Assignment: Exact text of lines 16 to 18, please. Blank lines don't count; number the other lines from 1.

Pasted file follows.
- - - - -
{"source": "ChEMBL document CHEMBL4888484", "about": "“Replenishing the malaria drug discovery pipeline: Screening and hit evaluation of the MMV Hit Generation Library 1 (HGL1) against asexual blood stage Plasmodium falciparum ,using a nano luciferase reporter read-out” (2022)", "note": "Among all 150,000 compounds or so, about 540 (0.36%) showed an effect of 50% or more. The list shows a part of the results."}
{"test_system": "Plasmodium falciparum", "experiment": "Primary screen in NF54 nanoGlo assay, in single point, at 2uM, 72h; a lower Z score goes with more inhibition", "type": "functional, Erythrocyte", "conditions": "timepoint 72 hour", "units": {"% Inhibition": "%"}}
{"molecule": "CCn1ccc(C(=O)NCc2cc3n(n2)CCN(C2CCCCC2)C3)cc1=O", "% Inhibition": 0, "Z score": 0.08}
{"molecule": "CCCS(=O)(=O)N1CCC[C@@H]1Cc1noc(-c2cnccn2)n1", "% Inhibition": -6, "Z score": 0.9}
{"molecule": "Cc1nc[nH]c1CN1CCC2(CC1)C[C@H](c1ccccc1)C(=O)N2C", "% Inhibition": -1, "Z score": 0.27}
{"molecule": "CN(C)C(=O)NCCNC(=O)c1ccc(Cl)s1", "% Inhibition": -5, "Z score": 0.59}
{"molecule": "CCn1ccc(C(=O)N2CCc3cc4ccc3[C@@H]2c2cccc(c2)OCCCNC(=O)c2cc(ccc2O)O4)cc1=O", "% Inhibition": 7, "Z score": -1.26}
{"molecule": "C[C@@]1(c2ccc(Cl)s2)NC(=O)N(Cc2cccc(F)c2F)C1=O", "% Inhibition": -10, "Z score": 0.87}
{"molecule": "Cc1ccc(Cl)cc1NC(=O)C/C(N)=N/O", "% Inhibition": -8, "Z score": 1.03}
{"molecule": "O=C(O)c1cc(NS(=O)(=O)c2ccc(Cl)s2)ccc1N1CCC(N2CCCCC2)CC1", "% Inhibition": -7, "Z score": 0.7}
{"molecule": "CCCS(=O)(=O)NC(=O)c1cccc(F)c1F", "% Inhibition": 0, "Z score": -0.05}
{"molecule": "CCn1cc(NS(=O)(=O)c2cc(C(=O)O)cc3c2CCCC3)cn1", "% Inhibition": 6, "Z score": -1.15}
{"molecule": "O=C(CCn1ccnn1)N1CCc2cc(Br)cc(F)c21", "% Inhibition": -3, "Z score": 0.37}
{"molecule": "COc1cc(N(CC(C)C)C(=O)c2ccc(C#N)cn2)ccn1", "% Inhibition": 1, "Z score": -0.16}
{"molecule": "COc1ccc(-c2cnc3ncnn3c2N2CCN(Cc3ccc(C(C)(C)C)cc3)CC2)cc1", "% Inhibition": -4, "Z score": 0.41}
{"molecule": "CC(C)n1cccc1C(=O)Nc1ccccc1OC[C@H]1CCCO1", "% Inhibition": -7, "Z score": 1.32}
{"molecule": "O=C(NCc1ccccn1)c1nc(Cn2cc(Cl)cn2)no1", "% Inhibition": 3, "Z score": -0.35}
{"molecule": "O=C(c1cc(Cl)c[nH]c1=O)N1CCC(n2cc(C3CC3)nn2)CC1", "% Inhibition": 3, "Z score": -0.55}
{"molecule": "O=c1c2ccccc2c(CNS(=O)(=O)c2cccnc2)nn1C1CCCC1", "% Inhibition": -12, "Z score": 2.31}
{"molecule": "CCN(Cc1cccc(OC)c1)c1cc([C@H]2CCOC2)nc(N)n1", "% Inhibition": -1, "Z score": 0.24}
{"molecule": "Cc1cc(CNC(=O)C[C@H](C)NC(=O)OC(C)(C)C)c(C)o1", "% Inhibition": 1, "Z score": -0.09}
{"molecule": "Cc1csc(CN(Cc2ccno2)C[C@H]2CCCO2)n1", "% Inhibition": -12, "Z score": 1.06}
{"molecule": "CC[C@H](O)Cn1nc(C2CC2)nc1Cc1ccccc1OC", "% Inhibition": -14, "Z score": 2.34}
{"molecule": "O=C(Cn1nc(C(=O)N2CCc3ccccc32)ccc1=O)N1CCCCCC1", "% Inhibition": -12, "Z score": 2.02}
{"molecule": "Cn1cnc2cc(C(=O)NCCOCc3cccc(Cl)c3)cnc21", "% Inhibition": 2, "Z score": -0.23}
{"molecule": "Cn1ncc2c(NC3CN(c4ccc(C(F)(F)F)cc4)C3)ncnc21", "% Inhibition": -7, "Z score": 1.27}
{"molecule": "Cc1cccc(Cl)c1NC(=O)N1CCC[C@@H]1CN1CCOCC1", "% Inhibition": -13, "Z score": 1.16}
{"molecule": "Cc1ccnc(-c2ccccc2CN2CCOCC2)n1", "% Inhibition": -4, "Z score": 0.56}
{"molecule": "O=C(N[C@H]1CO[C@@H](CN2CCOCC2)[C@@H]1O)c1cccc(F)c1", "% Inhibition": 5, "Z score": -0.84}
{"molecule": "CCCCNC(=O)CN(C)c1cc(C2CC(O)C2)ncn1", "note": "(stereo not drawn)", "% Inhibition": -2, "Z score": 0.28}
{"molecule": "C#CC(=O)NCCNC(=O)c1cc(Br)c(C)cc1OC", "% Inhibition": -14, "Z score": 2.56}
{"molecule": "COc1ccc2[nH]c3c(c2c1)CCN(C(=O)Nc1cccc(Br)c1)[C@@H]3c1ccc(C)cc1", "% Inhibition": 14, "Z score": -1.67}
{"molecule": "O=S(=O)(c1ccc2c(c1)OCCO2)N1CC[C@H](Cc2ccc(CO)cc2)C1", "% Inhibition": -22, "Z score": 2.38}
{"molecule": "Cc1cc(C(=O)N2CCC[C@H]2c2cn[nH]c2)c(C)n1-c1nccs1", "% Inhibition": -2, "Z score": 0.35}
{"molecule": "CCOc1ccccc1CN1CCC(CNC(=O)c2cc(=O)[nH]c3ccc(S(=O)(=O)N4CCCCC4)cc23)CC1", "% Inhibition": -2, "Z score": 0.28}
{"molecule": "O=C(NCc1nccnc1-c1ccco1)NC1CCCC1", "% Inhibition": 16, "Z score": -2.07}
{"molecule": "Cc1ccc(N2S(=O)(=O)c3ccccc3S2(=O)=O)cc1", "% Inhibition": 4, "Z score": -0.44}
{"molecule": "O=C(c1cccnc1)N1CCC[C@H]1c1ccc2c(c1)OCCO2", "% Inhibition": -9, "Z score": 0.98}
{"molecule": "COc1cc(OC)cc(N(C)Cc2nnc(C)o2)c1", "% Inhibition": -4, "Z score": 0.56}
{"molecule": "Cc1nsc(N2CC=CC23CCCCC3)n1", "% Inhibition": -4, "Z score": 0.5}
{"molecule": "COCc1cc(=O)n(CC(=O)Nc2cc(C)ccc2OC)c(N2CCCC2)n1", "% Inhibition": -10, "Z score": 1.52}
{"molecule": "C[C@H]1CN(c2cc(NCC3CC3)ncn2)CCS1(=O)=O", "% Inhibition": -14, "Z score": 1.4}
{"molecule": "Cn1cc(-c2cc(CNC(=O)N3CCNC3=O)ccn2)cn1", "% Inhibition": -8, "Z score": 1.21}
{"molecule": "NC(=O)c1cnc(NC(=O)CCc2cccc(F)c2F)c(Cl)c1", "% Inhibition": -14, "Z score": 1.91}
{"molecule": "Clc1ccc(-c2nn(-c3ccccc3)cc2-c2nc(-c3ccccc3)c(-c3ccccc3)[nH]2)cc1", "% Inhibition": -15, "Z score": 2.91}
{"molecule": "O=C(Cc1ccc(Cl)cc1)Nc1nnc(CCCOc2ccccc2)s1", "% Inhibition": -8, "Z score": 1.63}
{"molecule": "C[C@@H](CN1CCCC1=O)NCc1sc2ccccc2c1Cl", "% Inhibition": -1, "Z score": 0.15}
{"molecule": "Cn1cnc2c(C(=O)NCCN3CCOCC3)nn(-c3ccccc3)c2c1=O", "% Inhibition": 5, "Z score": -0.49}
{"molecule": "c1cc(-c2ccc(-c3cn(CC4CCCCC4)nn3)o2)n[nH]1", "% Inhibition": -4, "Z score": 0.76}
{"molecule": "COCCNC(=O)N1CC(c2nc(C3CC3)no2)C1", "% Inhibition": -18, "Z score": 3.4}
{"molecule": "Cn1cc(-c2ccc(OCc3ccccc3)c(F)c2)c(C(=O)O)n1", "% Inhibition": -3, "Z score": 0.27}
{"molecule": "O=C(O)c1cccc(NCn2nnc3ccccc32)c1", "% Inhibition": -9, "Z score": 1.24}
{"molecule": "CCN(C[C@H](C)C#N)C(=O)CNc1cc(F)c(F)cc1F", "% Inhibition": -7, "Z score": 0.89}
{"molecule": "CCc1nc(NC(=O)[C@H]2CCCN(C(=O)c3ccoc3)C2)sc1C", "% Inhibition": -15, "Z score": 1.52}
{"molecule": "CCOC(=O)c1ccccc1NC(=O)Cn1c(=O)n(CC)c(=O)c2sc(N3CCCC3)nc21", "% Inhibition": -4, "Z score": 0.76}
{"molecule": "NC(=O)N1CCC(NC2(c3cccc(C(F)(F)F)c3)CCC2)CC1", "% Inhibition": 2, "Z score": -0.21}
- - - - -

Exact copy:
{"molecule": "CC(C)n1cccc1C(=O)Nc1ccccc1OC[C@H]1CCCO1", "% Inhibition": -7, "Z score": 1.32}
{"molecule": "O=C(NCc1ccccn1)c1nc(Cn2cc(Cl)cn2)no1", "% Inhibition": 3, "Z score": -0.35}
{"molecule": "O=C(c1cc(Cl)c[nH]c1=O)N1CCC(n2cc(C3CC3)nn2)CC1", "% Inhibition": 3, "Z score": -0.55}